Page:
What if there was a way to tell if a child is likely to grow up into an adult with addictions, chronic illnesses or worse, criminal tendencies?
More importantly, what if there was a way of changing the development trajectories for these children, so that they can go on to lead healthy, successful lives as adults?
These are among the important questions that an international team of researchers is seeking to answer in the Dunedin Multidisciplinary Health and Development Study, which started tracking 1,037 children since their birth in 1972 in Dunedin, a university town of 127,000 that occupies the bulging southern tip of New Zealand's South Island.
Professor Richie Poulton, who heads the study, known more commonly as the Dunedin Study, says the cohort completed their first medical assessment at age three. Since then, follow-up assessments have taken place every two years until age 15, and then at wider intervals through adulthood (18, 21, 26, 32 and 38 years). The 13th round of data collection is ongoing now at age 45.
The 55-year-old professor, who is currently in Singapore to deliver the CJ Koh Professorial lecture at the National Institute of Education, says what is remarkable is that almost all the participants, including those living overseas, have stayed with the study.
They return to Dunedin every few years to go through one to two days of intensive interviews and tests, covering every aspect of their lives and well-being - from mental health to cardiac fitness and respiratory tests.
GIVE HELP EARLY
The early years are absolutely critical for how a person's life turns out, and if you really want to make a difference to people's lives, intervening early is key. That's where governments should put their money. That is where their focus should be.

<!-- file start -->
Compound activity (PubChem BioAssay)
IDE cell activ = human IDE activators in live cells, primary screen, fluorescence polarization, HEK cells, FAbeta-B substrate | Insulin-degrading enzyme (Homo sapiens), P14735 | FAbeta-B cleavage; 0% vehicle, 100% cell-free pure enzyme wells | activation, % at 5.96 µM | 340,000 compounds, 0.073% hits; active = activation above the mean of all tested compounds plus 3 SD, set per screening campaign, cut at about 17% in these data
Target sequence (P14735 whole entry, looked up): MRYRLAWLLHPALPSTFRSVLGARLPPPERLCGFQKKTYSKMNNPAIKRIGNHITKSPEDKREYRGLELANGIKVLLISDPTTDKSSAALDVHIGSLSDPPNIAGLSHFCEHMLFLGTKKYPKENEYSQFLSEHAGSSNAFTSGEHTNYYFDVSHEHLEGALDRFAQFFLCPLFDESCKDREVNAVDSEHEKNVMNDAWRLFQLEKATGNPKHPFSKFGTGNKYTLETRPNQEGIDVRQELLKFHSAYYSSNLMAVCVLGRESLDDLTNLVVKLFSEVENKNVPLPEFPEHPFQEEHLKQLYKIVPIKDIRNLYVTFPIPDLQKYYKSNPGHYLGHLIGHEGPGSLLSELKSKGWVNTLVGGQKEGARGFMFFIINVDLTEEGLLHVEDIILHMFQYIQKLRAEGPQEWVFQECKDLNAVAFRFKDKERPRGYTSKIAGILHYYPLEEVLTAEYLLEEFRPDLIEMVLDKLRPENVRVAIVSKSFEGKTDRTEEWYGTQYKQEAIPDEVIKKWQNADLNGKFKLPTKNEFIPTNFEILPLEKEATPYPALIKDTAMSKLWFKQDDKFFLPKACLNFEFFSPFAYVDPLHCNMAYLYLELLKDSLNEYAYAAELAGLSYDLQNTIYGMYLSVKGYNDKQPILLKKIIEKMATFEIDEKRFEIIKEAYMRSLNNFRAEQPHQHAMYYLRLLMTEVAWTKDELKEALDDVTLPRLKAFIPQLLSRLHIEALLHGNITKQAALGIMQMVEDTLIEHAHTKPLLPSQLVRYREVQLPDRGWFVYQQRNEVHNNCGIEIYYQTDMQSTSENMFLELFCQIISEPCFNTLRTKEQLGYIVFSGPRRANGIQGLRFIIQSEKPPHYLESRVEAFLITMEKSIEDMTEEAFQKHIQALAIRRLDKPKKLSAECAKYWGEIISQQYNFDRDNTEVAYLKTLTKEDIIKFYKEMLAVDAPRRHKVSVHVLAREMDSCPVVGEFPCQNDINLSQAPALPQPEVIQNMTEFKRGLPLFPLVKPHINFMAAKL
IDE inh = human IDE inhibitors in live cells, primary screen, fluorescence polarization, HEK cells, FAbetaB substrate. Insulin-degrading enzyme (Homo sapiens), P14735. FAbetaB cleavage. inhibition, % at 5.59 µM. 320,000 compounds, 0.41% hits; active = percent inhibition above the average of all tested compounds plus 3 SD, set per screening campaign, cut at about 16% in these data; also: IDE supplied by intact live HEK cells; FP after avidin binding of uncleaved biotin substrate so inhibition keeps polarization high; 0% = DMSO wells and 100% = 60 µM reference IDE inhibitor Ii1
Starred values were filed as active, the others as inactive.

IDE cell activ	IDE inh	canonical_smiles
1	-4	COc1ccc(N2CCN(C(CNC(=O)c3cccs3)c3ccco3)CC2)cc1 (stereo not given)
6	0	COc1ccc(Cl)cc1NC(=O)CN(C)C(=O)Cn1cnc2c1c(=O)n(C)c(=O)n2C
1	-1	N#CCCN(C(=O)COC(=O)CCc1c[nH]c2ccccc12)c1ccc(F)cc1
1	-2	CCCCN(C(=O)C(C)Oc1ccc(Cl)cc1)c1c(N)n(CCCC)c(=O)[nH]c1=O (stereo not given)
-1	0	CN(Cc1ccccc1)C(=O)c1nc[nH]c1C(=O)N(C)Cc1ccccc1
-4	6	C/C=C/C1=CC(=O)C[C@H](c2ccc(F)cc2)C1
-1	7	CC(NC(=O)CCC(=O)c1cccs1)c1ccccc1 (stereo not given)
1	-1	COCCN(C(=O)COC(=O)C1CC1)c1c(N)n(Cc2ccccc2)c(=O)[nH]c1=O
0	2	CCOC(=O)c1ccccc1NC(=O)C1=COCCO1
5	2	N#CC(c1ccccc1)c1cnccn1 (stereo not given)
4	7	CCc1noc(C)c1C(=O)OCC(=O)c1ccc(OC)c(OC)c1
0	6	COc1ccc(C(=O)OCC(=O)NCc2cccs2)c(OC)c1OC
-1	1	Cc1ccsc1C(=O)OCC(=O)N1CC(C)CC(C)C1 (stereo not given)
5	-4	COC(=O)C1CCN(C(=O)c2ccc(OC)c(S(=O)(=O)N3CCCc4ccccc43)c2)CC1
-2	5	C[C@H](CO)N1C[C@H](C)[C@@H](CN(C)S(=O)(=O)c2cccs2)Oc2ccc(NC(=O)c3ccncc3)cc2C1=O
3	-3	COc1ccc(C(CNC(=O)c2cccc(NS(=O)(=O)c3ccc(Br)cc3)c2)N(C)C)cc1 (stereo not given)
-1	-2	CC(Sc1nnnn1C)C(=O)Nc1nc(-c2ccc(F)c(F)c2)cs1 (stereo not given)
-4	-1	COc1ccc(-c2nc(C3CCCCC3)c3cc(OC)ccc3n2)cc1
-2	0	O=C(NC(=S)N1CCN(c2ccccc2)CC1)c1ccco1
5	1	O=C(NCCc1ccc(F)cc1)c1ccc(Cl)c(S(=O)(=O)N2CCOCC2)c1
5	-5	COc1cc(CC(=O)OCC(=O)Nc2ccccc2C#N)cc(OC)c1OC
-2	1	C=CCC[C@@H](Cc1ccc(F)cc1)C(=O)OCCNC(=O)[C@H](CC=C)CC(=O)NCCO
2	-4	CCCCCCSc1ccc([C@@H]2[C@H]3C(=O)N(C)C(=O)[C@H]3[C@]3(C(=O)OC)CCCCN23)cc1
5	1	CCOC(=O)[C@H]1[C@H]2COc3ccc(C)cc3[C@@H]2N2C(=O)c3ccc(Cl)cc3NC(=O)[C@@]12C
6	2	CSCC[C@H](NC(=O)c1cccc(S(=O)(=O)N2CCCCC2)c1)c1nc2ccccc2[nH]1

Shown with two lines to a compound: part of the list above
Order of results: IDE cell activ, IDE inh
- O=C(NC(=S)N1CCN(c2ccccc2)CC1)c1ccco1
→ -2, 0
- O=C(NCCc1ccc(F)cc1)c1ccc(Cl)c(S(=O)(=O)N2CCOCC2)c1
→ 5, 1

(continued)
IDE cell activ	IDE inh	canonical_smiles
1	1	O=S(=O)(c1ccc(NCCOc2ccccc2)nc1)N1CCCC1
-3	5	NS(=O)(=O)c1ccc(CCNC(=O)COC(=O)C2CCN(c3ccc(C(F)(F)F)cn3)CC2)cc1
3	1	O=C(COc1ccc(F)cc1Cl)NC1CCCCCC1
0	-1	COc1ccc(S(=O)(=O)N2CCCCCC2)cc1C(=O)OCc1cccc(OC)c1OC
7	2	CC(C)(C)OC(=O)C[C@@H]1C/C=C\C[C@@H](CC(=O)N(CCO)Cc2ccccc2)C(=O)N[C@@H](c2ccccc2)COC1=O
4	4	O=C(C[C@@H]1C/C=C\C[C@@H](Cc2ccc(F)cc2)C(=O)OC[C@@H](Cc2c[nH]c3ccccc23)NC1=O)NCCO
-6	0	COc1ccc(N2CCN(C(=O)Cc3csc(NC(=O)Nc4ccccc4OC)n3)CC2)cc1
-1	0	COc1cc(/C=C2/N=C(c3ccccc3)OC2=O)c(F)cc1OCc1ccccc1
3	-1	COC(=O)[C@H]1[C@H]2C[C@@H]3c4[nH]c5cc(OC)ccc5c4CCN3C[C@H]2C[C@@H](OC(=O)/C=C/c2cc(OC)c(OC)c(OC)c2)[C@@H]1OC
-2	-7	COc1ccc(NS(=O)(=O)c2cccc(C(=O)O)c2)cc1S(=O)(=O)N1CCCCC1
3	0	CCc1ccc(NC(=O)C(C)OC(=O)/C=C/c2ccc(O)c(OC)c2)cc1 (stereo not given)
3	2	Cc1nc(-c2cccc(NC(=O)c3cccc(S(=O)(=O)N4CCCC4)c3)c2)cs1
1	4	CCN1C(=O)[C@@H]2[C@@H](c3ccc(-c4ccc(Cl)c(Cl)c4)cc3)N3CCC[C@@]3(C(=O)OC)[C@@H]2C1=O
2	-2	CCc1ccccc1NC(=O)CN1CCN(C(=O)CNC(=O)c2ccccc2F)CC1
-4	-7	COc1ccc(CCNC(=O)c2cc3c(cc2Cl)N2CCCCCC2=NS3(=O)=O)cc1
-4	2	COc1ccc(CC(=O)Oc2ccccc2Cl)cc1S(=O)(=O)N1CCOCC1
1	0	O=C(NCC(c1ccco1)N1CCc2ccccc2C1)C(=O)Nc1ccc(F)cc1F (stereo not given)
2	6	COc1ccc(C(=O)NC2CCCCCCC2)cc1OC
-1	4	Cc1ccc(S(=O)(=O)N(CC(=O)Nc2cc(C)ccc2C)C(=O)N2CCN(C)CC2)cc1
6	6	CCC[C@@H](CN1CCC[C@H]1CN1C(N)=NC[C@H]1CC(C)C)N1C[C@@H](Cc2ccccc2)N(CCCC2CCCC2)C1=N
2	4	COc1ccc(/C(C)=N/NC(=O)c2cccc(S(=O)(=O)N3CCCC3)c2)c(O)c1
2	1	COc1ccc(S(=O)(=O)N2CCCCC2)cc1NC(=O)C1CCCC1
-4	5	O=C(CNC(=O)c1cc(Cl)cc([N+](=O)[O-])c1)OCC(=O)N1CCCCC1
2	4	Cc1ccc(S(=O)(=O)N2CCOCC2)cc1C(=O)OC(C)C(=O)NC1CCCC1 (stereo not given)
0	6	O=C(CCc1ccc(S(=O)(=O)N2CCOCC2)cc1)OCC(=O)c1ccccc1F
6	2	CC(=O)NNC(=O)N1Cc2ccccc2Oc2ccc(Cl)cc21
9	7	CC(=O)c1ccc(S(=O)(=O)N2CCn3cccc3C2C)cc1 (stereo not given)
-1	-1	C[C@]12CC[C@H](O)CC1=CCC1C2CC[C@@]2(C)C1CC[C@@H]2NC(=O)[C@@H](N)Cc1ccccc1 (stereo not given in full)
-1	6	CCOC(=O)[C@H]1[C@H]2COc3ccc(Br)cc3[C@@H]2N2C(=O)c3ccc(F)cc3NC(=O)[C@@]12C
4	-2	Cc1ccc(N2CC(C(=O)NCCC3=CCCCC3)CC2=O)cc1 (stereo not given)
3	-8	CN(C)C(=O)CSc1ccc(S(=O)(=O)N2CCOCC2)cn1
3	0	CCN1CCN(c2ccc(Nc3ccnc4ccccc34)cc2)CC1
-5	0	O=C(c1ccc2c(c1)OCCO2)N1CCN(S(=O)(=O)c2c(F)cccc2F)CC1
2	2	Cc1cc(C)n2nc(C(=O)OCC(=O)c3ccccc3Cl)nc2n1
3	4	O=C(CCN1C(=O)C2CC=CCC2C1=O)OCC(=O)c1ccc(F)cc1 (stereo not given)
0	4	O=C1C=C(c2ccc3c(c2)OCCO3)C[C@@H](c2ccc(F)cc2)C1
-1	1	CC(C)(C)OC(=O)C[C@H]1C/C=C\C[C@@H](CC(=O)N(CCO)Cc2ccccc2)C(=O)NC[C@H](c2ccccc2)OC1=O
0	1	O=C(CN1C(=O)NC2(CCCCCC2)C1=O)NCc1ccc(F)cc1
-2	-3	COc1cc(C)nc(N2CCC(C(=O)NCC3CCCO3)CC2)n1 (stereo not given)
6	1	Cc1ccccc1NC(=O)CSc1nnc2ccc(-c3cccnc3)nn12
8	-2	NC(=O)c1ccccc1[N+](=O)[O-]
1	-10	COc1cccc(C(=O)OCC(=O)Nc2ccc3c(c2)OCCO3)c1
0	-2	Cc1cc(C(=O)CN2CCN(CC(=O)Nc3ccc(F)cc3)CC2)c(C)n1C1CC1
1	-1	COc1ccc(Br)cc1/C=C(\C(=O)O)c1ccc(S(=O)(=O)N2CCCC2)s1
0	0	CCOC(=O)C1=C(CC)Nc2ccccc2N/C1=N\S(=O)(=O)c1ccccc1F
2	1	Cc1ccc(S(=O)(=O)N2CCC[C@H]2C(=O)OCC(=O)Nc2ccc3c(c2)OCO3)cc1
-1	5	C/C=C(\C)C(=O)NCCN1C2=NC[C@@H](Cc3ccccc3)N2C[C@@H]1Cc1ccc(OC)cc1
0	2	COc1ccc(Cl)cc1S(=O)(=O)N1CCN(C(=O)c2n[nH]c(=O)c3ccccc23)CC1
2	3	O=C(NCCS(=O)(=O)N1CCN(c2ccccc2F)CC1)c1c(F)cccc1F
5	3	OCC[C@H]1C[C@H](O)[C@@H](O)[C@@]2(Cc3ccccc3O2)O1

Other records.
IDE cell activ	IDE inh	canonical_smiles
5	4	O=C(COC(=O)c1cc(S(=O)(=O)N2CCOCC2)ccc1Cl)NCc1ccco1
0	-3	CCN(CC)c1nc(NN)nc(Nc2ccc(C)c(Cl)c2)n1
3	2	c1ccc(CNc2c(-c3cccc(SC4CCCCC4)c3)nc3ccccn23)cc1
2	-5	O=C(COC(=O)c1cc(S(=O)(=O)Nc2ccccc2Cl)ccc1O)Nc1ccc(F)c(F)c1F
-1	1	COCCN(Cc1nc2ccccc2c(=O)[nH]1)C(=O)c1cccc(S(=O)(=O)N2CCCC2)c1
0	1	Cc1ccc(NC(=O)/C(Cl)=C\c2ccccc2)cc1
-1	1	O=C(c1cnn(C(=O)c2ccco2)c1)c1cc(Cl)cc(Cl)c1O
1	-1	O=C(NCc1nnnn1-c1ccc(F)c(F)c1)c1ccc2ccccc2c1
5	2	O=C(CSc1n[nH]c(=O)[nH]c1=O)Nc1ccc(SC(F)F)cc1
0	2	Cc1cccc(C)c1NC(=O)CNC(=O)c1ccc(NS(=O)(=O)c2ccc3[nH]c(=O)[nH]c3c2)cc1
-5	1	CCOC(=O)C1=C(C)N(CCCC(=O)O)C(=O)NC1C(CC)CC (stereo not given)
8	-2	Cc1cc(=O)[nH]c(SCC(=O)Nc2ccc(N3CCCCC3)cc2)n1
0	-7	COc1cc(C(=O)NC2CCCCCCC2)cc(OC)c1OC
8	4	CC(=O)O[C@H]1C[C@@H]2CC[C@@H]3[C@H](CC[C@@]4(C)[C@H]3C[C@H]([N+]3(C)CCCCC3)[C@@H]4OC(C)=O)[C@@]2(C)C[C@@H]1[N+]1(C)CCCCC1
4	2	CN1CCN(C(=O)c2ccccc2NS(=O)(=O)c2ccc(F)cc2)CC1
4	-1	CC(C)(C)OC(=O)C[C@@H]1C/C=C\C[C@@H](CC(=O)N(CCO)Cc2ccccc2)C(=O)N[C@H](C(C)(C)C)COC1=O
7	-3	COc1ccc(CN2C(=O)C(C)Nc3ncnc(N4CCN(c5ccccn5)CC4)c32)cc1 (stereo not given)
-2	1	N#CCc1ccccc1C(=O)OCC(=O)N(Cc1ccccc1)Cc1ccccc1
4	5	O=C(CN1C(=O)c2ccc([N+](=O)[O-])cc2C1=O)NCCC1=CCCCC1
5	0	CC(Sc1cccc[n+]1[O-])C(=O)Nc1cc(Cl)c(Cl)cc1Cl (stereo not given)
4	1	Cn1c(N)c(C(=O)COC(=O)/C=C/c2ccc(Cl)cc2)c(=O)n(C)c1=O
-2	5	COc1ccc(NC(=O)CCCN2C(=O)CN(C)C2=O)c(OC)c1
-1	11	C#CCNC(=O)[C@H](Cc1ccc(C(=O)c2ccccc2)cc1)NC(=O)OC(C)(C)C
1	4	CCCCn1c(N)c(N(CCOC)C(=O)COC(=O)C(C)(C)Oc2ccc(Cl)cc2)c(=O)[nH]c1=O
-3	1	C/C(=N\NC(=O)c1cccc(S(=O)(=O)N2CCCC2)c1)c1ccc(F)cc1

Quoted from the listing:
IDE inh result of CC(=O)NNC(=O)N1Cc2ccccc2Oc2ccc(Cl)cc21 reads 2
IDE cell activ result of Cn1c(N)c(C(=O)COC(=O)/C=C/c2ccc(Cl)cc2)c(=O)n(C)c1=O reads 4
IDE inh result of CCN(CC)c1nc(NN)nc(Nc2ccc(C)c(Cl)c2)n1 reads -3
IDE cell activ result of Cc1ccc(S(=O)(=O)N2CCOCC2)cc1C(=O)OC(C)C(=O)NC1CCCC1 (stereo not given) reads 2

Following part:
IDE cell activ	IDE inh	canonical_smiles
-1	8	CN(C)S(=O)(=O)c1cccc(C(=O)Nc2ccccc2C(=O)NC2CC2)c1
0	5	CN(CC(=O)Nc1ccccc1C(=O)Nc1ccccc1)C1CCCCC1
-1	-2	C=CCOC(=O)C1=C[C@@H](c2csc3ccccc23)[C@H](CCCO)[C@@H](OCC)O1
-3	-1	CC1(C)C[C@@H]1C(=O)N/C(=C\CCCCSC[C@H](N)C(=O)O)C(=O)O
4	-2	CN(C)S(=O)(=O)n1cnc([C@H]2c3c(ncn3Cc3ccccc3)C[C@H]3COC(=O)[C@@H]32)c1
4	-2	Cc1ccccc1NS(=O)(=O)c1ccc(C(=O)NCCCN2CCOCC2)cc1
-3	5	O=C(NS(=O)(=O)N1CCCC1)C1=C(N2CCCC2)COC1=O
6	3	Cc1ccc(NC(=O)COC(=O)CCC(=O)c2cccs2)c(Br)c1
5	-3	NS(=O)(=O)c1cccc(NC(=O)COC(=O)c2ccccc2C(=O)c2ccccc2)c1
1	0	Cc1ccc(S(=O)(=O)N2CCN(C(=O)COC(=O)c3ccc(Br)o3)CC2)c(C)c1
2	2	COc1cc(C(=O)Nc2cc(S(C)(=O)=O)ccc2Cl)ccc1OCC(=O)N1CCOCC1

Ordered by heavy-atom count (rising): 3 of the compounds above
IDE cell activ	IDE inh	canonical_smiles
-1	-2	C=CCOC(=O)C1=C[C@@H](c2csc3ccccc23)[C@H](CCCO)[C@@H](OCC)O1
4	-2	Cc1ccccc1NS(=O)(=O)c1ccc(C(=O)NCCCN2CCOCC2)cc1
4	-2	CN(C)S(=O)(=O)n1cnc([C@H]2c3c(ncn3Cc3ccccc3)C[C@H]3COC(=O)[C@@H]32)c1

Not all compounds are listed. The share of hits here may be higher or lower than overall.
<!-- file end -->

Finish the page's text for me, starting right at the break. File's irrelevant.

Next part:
PROFESSOR RICHIE POULTON
Over the past four decades, the study has netted many important findings. Its 1,200 research articles, reports, books and book chapters have influenced thinking and policymaking both in New Zealand and around the world, says Prof Poulton, noting that over the years, the study housed in the University of Otago has received millions of dollars in funding from organisations in the United States and Britain.
In December last year, the researchers published the latest findings of the study, which attempted to provide an answer to the question on whether adult outcomes can be predicted from childhood.
The researchers, who had studied the "brain health" of the participants at age three, compared the results to their well-being as adults at age 38.
What they found was startling - the brain tests at age three could predict a child's future chance of success in life.
The children had been assessed on their ability to express and understand language, motor skills and an important trait or ability called self-control, which is the ability to regulate one's emotions to respond to experiences appropriately.